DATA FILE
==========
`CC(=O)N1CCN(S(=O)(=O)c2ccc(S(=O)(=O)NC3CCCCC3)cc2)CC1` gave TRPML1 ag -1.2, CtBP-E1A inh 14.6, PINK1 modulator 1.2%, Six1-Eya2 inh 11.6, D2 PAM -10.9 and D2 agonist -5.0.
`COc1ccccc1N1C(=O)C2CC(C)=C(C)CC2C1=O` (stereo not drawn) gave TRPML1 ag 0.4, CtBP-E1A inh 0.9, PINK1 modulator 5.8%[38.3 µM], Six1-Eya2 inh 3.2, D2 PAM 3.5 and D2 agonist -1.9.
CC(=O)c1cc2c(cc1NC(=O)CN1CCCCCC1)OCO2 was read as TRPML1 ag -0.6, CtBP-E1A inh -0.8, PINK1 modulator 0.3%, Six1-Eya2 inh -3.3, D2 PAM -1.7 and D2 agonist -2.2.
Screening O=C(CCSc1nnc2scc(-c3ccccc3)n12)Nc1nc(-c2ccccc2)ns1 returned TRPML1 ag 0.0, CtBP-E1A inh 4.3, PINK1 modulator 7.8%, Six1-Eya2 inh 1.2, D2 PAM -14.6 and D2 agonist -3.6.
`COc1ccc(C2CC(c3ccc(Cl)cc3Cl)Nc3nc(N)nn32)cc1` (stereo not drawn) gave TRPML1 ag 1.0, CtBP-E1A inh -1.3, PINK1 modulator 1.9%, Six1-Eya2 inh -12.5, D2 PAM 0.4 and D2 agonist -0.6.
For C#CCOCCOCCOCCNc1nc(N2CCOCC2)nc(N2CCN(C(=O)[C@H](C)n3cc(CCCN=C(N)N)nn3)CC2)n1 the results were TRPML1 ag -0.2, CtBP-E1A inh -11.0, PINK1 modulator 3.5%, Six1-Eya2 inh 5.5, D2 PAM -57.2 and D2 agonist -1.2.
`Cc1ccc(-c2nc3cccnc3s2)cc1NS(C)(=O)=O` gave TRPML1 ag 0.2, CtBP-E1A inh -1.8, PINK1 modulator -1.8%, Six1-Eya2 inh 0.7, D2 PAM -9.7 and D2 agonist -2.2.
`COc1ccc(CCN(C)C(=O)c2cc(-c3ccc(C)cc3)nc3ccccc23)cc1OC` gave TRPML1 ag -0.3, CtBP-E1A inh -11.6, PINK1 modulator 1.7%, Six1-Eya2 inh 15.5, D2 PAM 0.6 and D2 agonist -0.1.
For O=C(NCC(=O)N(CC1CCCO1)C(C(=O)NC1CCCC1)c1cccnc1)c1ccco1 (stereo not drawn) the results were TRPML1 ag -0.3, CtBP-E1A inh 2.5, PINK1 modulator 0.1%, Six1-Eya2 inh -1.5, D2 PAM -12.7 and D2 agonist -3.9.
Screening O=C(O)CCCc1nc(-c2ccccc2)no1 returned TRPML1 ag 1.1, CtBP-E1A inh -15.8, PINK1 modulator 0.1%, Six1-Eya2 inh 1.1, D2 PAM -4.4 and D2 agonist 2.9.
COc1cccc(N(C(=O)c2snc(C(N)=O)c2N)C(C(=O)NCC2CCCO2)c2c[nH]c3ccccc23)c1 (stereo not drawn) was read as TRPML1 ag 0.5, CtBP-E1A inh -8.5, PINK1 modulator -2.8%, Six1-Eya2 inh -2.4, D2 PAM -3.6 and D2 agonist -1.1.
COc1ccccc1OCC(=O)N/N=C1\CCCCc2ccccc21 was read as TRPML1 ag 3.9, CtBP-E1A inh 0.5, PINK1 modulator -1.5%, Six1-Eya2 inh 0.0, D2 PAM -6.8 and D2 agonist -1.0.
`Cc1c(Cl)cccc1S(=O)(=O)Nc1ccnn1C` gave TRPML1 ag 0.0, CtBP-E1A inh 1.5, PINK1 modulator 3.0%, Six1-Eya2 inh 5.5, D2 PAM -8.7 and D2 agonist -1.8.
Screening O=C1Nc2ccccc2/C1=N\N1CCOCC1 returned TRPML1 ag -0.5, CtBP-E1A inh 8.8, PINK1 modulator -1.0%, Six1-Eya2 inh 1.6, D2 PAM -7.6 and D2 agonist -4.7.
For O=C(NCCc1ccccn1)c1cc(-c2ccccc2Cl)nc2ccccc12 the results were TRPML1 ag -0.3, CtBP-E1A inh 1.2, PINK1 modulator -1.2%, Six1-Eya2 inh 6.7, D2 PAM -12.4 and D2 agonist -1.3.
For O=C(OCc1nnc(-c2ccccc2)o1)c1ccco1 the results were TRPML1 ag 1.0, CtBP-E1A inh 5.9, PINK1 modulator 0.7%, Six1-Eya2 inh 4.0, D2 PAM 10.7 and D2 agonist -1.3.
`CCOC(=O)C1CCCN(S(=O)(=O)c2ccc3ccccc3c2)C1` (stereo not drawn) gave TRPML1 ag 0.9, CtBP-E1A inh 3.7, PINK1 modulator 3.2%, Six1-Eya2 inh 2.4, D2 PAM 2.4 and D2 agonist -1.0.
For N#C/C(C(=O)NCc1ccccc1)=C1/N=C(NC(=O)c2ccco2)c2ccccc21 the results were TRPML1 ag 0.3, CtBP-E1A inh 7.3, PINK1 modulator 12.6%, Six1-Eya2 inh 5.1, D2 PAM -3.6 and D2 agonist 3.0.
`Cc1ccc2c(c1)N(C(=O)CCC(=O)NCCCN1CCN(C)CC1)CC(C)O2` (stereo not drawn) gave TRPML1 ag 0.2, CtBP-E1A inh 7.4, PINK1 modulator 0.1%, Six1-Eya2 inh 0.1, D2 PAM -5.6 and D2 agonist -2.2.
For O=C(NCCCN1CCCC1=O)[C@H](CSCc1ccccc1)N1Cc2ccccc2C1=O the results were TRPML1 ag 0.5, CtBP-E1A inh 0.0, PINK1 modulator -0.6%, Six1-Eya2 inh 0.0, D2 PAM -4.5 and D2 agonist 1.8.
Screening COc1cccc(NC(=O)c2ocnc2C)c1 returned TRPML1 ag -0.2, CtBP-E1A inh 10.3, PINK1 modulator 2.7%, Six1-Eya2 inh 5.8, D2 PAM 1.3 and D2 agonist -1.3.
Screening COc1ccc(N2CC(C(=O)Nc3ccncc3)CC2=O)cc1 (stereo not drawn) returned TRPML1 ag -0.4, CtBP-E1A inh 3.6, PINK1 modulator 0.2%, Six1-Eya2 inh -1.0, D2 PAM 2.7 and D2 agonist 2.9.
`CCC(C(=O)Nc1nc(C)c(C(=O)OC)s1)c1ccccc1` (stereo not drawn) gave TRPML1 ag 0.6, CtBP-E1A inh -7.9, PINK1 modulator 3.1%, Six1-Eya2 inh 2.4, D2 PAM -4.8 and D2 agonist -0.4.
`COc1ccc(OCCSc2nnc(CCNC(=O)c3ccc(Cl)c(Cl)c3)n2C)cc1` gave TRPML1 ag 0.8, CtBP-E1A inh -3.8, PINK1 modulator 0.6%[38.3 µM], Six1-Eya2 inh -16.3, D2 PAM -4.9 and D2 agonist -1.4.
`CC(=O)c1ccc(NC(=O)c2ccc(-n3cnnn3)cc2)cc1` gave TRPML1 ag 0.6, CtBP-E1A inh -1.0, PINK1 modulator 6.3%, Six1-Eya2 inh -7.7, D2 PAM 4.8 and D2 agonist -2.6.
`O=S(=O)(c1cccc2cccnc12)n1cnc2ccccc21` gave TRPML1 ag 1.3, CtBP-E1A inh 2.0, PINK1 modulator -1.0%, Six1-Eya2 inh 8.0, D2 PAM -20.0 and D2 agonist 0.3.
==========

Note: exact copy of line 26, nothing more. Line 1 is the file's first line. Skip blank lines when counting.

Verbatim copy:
`O=S(=O)(c1cccc2cccnc12)n1cnc2ccccc21` gave TRPML1 ag 1.3, CtBP-E1A inh 2.0, PINK1 modulator -1.0%, Six1-Eya2 inh 8.0, D2 PAM -20.0 and D2 agonist 0.3.